Tekken 8 has fighting game players new and old hitting the sticks hard early this year, grinding ranked or learning the game to reach that point eventually. While there are still hiccups, T8 has streamlined the process of leveling up your game.
Tekken 8 brings a lot of firsts to the franchise that makes it the most accessible for new players, whether it be the Special Style controls letting players pull off combo moves with one button press or the replay system that lets you jump into gameplay and test different scenarios. Pair that with improved online and multiple modes designed to help players learn at a higher than casual level, and Bandai Namco may have opened the floodgates when it comes to player growth.
Coming from a game like Tekken 7, where players evolved with the game over nearly a decade from its arcade release in February 2015, T8’s innovations provide some much-needed upgrades for anyone looking to learn the game. During the Red Bull Pindrop T8 event, we got insight from two of the game’s master commentators, Spag and Tasty Steve, regarding the simplified nature of approaching Tekken.
“I’m both scared and excited because Tekken 7 because, through the pandemic and even 2019 people started joining the community and getting good really quickly,” Spag said to Dot Esports. “Mind you, there’s not a lot of features in Tekken 7 that can help you like the way Tekken 8 has tackled like the replays and tips.”
Spag, a high-level player and analyst, pointed out the updated replay options as a key to T8 being incredibly special for competitive growth. For him, being able to visually see the thing that can get you the win can only be useful in ironing out weaknesses for players looking to improve. So, the ability to jump in and practice or experiment with things causing you issues in your matches or visual tips explaining what you could have done differently across several scenarios is a tool built right into the game. “The my replay, tips, and tutorials are really going to ramp up the amount of improvement and the number of top-level play we have in Tekken 8,” Spag said.
Jumping from that to the Special Style, it was originally viewed as an option to help new or casual players see how characters work by allowing easy access to combos and special actions. Since it was reworked during the closed network tests last year, however, even the developers think it could impact high-level play to an extent.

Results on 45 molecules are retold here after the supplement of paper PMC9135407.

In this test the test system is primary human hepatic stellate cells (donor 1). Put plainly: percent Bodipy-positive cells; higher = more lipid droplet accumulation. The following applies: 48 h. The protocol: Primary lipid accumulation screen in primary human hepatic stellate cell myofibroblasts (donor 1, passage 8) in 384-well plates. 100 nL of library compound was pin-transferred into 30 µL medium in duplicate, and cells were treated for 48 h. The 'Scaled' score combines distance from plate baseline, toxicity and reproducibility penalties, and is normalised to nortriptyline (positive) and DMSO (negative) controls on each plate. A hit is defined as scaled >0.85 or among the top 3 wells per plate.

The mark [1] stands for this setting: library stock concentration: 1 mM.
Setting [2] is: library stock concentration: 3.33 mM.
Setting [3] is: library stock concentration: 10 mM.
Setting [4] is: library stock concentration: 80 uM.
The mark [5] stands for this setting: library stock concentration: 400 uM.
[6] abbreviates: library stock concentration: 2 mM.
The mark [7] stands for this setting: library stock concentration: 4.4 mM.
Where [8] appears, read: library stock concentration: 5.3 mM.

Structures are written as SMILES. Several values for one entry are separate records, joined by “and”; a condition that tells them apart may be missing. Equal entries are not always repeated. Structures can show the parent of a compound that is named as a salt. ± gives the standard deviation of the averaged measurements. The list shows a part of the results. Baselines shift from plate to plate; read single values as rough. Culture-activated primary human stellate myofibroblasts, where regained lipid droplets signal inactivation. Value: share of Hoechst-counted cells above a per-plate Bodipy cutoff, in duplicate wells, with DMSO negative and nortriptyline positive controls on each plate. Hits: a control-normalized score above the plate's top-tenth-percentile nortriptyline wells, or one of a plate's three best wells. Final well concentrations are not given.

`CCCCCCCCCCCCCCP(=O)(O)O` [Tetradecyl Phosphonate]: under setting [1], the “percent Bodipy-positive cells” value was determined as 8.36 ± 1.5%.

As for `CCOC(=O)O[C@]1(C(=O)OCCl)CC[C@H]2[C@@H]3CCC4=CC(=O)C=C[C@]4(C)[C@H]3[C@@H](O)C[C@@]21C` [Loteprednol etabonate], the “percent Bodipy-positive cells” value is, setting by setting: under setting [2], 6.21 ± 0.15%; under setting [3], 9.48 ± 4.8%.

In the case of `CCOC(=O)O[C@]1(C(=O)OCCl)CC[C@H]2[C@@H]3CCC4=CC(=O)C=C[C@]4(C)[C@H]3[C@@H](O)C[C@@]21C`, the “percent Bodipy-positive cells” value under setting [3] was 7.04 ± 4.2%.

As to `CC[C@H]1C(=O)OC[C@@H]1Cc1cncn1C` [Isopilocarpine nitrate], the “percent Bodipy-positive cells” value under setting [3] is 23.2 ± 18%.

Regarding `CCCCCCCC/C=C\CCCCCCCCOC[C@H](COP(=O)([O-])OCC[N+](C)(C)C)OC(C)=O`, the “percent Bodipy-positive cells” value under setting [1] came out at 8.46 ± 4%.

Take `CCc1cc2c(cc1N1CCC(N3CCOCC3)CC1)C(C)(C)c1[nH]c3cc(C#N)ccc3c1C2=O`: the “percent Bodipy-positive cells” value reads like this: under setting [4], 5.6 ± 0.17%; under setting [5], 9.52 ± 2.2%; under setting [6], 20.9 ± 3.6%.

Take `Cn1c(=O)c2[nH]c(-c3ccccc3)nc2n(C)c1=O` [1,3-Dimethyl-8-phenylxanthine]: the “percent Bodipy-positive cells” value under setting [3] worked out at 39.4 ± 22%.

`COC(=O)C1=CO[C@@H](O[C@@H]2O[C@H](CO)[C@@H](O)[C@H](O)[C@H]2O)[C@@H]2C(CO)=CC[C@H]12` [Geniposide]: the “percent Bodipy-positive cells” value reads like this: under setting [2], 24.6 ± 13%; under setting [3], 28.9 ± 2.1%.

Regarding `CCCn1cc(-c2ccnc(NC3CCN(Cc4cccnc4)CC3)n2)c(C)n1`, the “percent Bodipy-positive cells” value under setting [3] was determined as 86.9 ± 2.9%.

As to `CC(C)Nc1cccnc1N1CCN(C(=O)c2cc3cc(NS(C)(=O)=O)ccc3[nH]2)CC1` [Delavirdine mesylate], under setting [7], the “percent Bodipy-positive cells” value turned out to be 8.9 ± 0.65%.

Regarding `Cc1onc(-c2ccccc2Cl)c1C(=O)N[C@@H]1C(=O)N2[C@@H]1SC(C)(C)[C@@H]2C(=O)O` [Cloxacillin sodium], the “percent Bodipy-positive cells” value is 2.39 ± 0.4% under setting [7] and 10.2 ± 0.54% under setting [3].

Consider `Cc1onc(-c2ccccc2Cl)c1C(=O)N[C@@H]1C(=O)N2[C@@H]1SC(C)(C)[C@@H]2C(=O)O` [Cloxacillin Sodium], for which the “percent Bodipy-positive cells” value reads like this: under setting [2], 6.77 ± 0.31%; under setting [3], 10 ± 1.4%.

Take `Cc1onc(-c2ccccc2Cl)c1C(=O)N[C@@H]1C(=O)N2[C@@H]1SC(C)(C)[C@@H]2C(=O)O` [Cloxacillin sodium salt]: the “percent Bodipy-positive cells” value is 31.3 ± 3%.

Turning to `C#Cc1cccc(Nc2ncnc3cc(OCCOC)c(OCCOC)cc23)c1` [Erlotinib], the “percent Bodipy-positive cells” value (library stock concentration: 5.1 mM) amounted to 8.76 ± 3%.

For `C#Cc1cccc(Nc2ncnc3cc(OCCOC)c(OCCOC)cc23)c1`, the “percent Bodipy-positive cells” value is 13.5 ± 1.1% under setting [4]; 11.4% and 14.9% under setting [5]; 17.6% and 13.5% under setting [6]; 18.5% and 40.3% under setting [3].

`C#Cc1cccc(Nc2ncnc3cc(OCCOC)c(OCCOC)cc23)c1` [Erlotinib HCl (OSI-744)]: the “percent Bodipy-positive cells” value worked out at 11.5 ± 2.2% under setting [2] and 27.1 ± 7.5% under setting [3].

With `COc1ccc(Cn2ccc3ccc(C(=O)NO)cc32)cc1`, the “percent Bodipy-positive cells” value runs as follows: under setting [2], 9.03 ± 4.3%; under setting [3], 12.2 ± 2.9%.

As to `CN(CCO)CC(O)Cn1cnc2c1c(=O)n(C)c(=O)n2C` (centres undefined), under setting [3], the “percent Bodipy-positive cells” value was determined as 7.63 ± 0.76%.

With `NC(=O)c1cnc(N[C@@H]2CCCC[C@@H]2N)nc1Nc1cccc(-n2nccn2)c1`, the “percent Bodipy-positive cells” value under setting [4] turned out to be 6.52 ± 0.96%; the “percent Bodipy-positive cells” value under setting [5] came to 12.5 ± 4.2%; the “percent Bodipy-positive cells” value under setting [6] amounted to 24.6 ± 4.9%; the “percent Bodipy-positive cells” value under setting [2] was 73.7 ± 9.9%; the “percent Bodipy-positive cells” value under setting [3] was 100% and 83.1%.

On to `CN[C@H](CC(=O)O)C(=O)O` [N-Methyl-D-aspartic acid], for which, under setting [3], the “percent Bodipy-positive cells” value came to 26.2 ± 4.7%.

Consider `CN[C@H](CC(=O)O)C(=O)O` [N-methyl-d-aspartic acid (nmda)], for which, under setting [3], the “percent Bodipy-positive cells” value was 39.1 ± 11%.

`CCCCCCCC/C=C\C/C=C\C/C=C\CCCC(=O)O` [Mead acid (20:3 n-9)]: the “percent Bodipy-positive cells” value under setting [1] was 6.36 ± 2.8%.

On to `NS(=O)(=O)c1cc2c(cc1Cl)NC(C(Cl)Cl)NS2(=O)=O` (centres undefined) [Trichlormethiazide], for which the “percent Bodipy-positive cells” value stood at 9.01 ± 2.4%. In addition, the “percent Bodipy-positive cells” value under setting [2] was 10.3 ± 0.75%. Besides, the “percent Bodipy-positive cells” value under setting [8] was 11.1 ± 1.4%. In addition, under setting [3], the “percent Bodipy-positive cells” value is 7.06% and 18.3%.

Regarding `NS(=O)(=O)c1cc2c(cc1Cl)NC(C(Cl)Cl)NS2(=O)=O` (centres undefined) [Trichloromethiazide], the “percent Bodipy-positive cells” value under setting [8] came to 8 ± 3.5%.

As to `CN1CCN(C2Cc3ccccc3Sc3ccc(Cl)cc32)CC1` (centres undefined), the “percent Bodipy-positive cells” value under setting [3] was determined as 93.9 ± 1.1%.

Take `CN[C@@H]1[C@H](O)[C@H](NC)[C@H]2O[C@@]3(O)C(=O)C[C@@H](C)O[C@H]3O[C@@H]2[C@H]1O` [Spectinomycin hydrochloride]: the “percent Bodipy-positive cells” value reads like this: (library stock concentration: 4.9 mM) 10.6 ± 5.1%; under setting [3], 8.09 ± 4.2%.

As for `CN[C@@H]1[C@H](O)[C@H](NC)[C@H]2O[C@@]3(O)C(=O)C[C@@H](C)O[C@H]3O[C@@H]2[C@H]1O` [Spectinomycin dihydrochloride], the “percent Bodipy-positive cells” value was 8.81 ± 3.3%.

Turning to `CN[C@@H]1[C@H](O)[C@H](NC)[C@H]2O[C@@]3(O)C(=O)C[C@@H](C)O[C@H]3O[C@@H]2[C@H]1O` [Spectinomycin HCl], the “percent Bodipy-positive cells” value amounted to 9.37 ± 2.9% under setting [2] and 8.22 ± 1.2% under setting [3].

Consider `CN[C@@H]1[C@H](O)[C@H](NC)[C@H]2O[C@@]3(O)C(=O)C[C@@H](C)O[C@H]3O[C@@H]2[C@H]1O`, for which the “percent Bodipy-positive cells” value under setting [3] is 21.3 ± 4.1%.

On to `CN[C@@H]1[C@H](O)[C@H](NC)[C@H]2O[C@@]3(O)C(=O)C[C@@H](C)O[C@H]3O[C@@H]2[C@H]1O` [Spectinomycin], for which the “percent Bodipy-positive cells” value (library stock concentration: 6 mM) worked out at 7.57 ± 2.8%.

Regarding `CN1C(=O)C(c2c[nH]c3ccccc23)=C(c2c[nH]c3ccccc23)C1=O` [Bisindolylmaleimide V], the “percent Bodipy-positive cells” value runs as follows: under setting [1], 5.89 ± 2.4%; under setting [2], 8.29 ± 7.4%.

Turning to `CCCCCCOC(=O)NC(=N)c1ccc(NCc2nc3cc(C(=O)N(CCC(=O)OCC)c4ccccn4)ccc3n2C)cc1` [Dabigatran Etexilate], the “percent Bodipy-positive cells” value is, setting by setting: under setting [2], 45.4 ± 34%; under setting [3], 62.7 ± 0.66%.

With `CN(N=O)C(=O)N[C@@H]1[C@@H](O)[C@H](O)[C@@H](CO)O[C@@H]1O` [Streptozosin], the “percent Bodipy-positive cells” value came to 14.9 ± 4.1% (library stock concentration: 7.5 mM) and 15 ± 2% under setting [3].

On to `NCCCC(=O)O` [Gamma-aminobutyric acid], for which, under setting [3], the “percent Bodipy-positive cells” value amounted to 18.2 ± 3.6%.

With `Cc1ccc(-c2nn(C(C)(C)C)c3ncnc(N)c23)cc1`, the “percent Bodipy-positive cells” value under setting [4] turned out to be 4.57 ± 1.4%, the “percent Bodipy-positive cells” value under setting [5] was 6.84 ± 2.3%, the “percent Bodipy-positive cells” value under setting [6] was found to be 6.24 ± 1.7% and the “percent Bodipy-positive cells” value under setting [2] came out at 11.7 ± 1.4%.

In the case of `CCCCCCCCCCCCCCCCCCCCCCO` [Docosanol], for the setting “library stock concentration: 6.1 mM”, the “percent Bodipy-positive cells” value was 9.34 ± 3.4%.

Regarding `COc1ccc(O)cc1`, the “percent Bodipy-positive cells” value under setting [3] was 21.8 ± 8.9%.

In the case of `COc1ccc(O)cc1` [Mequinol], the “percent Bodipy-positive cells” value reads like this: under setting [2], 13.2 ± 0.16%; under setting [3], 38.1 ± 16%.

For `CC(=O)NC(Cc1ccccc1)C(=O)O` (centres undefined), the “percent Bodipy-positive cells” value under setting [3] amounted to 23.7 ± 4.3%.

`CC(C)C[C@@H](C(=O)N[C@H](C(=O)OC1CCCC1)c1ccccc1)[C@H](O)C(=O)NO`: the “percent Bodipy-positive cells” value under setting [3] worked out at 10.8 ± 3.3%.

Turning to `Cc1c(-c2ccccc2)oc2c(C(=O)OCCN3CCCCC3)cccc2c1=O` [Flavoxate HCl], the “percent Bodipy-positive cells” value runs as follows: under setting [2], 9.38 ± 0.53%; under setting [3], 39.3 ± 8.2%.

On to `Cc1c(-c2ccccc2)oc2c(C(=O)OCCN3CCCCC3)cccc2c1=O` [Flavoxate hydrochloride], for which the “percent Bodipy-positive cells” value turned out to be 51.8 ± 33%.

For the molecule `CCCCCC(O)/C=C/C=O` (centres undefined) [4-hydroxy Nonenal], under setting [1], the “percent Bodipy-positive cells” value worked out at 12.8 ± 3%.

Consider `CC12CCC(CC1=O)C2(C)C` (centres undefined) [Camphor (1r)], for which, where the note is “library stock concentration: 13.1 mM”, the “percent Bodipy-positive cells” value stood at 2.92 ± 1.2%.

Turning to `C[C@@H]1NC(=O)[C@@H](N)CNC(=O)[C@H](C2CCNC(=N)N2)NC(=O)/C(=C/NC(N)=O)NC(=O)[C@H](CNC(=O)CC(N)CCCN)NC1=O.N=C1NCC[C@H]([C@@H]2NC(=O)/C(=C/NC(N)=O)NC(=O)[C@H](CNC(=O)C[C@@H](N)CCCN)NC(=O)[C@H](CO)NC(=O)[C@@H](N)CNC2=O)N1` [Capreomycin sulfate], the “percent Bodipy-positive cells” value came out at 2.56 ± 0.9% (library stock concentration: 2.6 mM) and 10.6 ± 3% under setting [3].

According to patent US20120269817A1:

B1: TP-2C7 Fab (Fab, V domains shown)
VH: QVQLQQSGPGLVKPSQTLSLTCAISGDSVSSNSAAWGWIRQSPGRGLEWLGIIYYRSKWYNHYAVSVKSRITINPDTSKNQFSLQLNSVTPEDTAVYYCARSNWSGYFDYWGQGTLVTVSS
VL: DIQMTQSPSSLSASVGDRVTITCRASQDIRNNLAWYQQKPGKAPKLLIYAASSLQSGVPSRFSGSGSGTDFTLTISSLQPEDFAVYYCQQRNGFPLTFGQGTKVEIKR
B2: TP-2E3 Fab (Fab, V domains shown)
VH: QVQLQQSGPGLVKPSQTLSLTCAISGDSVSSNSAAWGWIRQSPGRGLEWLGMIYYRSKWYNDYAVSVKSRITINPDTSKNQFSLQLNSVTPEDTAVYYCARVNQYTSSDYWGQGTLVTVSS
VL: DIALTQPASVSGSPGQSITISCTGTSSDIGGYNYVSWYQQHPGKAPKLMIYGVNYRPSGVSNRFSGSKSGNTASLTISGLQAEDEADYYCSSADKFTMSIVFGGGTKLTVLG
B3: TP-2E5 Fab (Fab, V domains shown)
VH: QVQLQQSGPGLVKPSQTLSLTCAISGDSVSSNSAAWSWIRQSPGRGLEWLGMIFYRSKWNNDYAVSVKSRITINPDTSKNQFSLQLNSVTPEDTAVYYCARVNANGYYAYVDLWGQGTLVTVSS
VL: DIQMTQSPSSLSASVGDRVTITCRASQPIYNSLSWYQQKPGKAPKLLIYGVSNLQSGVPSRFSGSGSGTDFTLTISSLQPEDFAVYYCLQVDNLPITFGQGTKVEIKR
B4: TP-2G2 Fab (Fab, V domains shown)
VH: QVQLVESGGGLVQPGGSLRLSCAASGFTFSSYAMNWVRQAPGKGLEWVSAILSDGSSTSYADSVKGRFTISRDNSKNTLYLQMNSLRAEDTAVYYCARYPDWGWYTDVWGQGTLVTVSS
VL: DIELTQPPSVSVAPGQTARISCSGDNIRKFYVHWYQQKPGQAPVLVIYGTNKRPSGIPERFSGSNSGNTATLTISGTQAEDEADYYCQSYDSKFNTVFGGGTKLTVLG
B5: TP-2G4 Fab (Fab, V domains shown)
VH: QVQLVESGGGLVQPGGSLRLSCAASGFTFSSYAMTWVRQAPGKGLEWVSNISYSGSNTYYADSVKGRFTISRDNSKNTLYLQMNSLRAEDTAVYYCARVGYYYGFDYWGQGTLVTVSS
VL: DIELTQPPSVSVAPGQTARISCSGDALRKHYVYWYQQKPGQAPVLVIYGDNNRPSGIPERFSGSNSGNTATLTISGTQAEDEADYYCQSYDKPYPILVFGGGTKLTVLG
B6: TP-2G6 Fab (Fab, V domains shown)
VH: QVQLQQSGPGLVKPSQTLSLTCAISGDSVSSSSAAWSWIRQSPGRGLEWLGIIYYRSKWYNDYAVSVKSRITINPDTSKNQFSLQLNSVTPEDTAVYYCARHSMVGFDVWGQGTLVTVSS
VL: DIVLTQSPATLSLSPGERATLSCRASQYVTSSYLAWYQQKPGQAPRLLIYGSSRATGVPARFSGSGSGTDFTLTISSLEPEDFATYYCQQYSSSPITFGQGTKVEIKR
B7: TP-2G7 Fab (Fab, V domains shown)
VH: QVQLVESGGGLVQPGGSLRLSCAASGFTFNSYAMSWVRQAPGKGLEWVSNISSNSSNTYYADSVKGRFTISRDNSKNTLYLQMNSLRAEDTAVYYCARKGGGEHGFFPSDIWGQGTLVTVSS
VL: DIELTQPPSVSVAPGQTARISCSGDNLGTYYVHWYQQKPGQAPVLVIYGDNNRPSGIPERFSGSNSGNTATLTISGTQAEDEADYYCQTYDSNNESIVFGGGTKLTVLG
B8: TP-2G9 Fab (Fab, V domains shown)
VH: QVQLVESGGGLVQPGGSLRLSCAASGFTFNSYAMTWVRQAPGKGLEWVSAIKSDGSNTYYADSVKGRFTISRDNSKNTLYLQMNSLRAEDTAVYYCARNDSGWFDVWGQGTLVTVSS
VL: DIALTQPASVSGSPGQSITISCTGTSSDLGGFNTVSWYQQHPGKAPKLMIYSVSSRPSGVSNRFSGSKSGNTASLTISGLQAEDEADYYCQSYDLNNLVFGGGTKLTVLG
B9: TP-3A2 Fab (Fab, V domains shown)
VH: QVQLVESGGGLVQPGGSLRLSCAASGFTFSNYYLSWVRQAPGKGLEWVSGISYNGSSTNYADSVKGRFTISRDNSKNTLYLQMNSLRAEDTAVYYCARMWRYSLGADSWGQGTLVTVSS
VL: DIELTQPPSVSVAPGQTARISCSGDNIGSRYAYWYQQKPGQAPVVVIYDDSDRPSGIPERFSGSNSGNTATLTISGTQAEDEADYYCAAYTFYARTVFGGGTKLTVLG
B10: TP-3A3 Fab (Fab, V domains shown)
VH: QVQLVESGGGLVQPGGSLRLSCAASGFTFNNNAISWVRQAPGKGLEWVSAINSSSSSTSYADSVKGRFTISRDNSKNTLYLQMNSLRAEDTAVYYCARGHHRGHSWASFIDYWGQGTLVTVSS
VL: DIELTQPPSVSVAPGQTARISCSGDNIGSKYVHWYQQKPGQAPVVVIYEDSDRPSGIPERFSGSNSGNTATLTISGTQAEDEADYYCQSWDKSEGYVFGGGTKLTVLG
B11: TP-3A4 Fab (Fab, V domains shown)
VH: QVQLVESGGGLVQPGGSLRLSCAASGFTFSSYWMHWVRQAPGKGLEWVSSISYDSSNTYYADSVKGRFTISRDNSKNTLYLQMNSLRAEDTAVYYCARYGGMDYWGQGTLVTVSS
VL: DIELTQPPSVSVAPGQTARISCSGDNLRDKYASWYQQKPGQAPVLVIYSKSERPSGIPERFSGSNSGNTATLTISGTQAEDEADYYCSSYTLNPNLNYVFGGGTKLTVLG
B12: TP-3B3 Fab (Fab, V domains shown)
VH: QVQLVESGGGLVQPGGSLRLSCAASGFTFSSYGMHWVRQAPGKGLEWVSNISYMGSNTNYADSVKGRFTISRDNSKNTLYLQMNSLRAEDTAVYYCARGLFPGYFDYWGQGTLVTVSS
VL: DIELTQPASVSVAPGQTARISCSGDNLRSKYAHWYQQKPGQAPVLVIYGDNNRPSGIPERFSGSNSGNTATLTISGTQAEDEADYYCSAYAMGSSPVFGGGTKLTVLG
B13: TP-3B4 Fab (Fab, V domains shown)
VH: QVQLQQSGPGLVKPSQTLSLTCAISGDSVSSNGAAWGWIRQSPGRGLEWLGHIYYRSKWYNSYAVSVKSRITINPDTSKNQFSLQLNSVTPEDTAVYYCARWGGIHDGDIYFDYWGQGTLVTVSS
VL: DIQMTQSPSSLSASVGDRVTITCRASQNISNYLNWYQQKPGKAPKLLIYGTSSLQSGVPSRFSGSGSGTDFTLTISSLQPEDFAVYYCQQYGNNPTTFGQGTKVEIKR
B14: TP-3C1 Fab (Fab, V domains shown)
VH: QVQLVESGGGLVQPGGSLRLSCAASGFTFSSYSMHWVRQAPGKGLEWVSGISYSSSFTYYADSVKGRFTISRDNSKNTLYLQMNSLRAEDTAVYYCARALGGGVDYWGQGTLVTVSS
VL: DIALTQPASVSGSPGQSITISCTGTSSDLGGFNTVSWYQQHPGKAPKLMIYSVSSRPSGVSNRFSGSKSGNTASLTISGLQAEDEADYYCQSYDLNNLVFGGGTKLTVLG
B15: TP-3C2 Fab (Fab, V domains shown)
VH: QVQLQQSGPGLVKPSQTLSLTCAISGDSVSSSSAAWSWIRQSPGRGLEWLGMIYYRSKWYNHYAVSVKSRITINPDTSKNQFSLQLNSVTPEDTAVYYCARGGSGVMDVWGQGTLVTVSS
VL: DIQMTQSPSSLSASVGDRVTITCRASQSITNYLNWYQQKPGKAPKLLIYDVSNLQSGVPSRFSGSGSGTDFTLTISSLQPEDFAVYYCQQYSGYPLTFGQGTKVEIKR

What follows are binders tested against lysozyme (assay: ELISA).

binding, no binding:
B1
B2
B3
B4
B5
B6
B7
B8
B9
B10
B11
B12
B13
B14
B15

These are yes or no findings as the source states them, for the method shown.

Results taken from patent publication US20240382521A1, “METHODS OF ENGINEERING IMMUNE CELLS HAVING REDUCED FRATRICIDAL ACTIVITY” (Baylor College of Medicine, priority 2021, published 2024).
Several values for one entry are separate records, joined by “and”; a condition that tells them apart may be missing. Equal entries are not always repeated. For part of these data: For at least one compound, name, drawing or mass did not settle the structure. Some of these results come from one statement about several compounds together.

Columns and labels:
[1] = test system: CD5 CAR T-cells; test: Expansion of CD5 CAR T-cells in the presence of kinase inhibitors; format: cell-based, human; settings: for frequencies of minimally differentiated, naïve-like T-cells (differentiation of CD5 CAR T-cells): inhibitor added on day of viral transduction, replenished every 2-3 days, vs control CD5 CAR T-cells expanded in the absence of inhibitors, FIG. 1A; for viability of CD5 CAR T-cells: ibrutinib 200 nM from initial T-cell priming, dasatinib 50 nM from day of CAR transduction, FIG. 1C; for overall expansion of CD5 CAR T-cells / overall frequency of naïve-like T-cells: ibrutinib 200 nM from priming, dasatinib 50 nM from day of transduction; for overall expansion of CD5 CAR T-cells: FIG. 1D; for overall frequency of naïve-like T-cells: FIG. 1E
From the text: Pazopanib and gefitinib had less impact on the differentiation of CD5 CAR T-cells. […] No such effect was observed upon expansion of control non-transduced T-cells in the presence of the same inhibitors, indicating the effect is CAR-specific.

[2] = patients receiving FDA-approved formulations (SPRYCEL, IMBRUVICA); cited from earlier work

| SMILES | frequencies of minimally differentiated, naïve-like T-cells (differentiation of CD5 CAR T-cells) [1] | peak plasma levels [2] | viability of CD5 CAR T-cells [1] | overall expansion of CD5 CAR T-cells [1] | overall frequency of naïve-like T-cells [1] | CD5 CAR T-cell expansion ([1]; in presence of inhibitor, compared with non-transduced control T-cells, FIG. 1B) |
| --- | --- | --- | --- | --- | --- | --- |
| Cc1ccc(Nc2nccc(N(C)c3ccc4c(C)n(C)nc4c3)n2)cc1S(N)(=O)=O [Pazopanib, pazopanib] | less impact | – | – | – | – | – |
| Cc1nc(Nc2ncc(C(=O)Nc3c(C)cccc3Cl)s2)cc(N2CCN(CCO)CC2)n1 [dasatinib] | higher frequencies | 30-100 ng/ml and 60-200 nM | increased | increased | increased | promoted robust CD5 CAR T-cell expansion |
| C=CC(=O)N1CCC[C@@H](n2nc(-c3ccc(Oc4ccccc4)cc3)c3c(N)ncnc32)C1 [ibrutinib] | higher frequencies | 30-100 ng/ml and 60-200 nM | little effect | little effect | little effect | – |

“Special Style is something else that you use to bring in people who might not be as competitive,” Tasty Steve said. “It makes it a lot more fun for people who aren’t tryharding or into training mode. It’s a complete package.”
Spag noted that, as players continue experimenting with the various characters and learning the benefits Special Style can bring to the table, there is a chance they could create their own tier list based on how strong those options are. Even beyond giving players an easy out to pull off technical moves like the Misihimas’ Electric Wind God Fist, it also lowers the barrier of entry for those just looking to have fun and brings another level of simplicity.
All of this doesn’t mean that the highest level of Tekken isn’t just as precise—on the contrary, some things still can’t be pulled off using Special Style, just like Street Fighter 6’s Modern Controls. It just means there is more to work with on a competitive and casual level.
“I think [it adds to] the simplicity of it all. [Tekken is] literally like a boxing match, you see a life bar, you see two people fighting, and then they’re punching, when it gets to zero, boom, that’s it,” Steve said. “Obviously, they have all this other stuff kind of like put in there. But I think that’s one of the draws of it, right? If you compare Tekken to any other game, even still, it literally has the least amount of interactions on the screen with just a timer, life bars, and everybody’s got a heat gauge. There’s nothing else and I think the simplicity of it plays to it.”